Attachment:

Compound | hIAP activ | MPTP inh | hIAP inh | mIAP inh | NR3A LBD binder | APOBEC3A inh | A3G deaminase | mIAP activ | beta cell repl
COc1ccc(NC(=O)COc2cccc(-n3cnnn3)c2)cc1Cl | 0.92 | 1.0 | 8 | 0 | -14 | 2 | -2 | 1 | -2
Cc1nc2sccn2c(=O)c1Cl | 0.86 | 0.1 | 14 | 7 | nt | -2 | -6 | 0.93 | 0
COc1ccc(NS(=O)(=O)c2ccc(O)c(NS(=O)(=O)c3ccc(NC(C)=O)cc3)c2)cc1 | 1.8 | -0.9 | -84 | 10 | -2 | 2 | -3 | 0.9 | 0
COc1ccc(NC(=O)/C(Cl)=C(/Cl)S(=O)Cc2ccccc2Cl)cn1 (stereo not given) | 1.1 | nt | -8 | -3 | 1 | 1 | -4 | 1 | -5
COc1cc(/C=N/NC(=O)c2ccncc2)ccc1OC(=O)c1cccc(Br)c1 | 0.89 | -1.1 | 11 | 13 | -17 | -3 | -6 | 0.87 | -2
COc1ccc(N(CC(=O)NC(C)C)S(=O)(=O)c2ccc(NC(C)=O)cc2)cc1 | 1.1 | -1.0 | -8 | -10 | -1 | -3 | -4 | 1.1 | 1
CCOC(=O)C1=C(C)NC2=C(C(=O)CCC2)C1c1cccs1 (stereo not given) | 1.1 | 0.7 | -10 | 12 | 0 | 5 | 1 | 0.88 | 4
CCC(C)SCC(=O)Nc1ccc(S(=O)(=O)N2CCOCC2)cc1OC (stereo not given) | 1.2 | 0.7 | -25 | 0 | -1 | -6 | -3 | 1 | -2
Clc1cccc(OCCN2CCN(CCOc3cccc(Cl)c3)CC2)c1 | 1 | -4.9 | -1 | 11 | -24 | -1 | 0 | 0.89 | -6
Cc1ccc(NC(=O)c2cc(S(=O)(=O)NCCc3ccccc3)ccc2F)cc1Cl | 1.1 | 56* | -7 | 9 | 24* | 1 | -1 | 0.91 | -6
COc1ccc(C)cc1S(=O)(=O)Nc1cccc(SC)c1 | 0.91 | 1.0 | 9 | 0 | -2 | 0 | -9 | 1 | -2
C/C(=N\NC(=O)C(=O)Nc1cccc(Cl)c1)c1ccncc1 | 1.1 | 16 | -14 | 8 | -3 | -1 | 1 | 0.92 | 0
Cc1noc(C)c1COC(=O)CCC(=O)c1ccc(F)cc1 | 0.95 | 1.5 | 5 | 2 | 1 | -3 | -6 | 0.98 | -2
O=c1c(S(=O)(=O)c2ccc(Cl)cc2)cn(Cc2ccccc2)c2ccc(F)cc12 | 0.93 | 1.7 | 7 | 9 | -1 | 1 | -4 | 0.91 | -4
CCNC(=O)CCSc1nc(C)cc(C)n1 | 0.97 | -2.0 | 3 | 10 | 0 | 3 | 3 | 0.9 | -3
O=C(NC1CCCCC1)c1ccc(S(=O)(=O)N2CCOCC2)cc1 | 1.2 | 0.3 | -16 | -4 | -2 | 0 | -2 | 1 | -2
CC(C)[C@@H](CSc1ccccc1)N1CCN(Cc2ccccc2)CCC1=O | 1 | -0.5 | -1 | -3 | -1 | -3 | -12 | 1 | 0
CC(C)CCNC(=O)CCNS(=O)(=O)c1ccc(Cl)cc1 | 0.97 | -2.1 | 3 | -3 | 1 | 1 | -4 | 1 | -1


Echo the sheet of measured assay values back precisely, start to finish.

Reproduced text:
Compound | hIAP activ | MPTP inh | hIAP inh | mIAP inh | NR3A LBD binder | APOBEC3A inh | A3G deaminase | mIAP activ | beta cell repl
COc1ccc(NC(=O)COc2cccc(-n3cnnn3)c2)cc1Cl | 0.92 | 1.0 | 8 | 0 | -14 | 2 | -2 | 1 | -2
Cc1nc2sccn2c(=O)c1Cl | 0.86 | 0.1 | 14 | 7 | nt | -2 | -6 | 0.93 | 0
COc1ccc(NS(=O)(=O)c2ccc(O)c(NS(=O)(=O)c3ccc(NC(C)=O)cc3)c2)cc1 | 1.8 | -0.9 | -84 | 10 | -2 | 2 | -3 | 0.9 | 0
COc1ccc(NC(=O)/C(Cl)=C(/Cl)S(=O)Cc2ccccc2Cl)cn1 (stereo not given) | 1.1 | nt | -8 | -3 | 1 | 1 | -4 | 1 | -5
COc1cc(/C=N/NC(=O)c2ccncc2)ccc1OC(=O)c1cccc(Br)c1 | 0.89 | -1.1 | 11 | 13 | -17 | -3 | -6 | 0.87 | -2
COc1ccc(N(CC(=O)NC(C)C)S(=O)(=O)c2ccc(NC(C)=O)cc2)cc1 | 1.1 | -1.0 | -8 | -10 | -1 | -3 | -4 | 1.1 | 1
CCOC(=O)C1=C(C)NC2=C(C(=O)CCC2)C1c1cccs1 (stereo not given) | 1.1 | 0.7 | -10 | 12 | 0 | 5 | 1 | 0.88 | 4
CCC(C)SCC(=O)Nc1ccc(S(=O)(=O)N2CCOCC2)cc1OC (stereo not given) | 1.2 | 0.7 | -25 | 0 | -1 | -6 | -3 | 1 | -2
Clc1cccc(OCCN2CCN(CCOc3cccc(Cl)c3)CC2)c1 | 1 | -4.9 | -1 | 11 | -24 | -1 | 0 | 0.89 | -6
Cc1ccc(NC(=O)c2cc(S(=O)(=O)NCCc3ccccc3)ccc2F)cc1Cl | 1.1 | 56* | -7 | 9 | 24* | 1 | -1 | 0.91 | -6
COc1ccc(C)cc1S(=O)(=O)Nc1cccc(SC)c1 | 0.91 | 1.0 | 9 | 0 | -2 | 0 | -9 | 1 | -2
C/C(=N\NC(=O)C(=O)Nc1cccc(Cl)c1)c1ccncc1 | 1.1 | 16 | -14 | 8 | -3 | -1 | 1 | 0.92 | 0
Cc1noc(C)c1COC(=O)CCC(=O)c1ccc(F)cc1 | 0.95 | 1.5 | 5 | 2 | 1 | -3 | -6 | 0.98 | -2
O=c1c(S(=O)(=O)c2ccc(Cl)cc2)cn(Cc2ccccc2)c2ccc(F)cc12 | 0.93 | 1.7 | 7 | 9 | -1 | 1 | -4 | 0.91 | -4
CCNC(=O)CCSc1nc(C)cc(C)n1 | 0.97 | -2.0 | 3 | 10 | 0 | 3 | 3 | 0.9 | -3
O=C(NC1CCCCC1)c1ccc(S(=O)(=O)N2CCOCC2)cc1 | 1.2 | 0.3 | -16 | -4 | -2 | 0 | -2 | 1 | -2
CC(C)[C@@H](CSc1ccccc1)N1CCN(Cc2ccccc2)CCC1=O | 1 | -0.5 | -1 | -3 | -1 | -3 | -12 | 1 | 0
CC(C)CCNC(=O)CCNS(=O)(=O)c1ccc(Cl)cc1 | 0.97 | -2.1 | 3 | -3 | 1 | 1 | -4 | 1 | -1